Registered nurses’ recognition of and responsiveness to the dying patient in the acute hospital (non-palliative care) ward

2017-03-01T00:02:07Z (GMT) by Bloomer, Melissa Jane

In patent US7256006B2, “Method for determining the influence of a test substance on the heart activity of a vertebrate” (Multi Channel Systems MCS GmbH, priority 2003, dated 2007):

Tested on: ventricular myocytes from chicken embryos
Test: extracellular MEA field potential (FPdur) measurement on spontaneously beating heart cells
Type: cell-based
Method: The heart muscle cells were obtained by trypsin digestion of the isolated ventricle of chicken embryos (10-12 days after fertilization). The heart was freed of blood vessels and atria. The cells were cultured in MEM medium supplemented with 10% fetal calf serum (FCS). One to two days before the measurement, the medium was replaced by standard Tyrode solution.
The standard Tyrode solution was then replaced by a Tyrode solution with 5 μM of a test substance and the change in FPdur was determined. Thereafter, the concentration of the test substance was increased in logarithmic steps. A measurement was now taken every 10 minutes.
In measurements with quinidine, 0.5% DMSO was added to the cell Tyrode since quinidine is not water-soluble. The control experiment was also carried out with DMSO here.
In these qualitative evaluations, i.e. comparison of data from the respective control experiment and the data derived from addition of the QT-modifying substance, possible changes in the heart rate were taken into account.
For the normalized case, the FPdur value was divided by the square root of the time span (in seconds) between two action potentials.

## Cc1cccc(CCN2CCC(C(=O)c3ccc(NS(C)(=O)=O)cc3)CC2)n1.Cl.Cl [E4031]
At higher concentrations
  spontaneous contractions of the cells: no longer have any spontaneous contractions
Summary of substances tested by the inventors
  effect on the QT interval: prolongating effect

Introduction Changes in society, an ageing population and improvements in healthcare have changed how and where people die, with more people dying in acute hospitals than ever before. Where palliative care clinicians are considered specialists on dying, non-palliative care clinicians, such as nurses working in acute care are now required to care for an increasing number of dying patients. Aims The aims of this study were to explore registered nurses’ recognition of and responsiveness to dying patients in acute hospital (non-palliative care) wards in Australian acute hospital settings, and to understand nurses’ influence, if any, on the provision of end of life care. Method The research aims were examined using a sequential exploratory mixed methods design, which included two phases of research - a large qualitative study and a smaller quantitative study. Phase One used non-participant observation to gather data on how registered nurses recognised when a patient was dying, and how they subsequently responded to the dying patient. Following the observation (20 episodes), focus groups (2) and individual interviews (2) were used to further explore and clarify the observation data. Phase Two utilised a survey to measure attitudes of registered nurses and final year (pre-service) medical students toward care of the dying patient. Results Results were analysed and then considered in light of ‘death anxiety’ theory. Phase One findings indicated that nurses found recognising dying difficult and took a passive role in this respect. Responding to the needs of a dying patient in the context of an acute hospital ward was difficult, impacted by ward culture and design, patient acuity and nurse workload, allocation practices, and the emotional and educational preparation of nurses. These findings suggest that death anxiety, while not measured directly, could be a significant contributor to nurse behaviour, and may have contributed to the perception that nurses had a negative attitude towards caring for a dying patient. Phase Two findings, however, indicated that nurses and final year (pre-service) medical students demonstrated highly positively attitudes towards care of the dying; nevertheless issues similar to those highlighted in Phase One were also identified in the survey analysis. Conclusion The study suggests that recognising dying is difficult for nurses. When dying is recognised, nurses’ passivity often results in a delay in their change of care focus from curative to end-of-life care. This study also suggests that many nurses are not adequately prepared to care for and support the dying patient. There is also a noticeable lack of emotional and educational support for nurses in this study, particularly those who may be inexperienced in end of life care. Other variables such as ward culture, design, nurse allocation, patient acuity and nurse workload impacts negatively on a nurse’s responsiveness to the dying patient. While death anxiety was not the primary focus of this study, nor was it measured, this study suggests that death anxiety may have impacted significantly on the care provided to the dying patient in the acute hospital setting.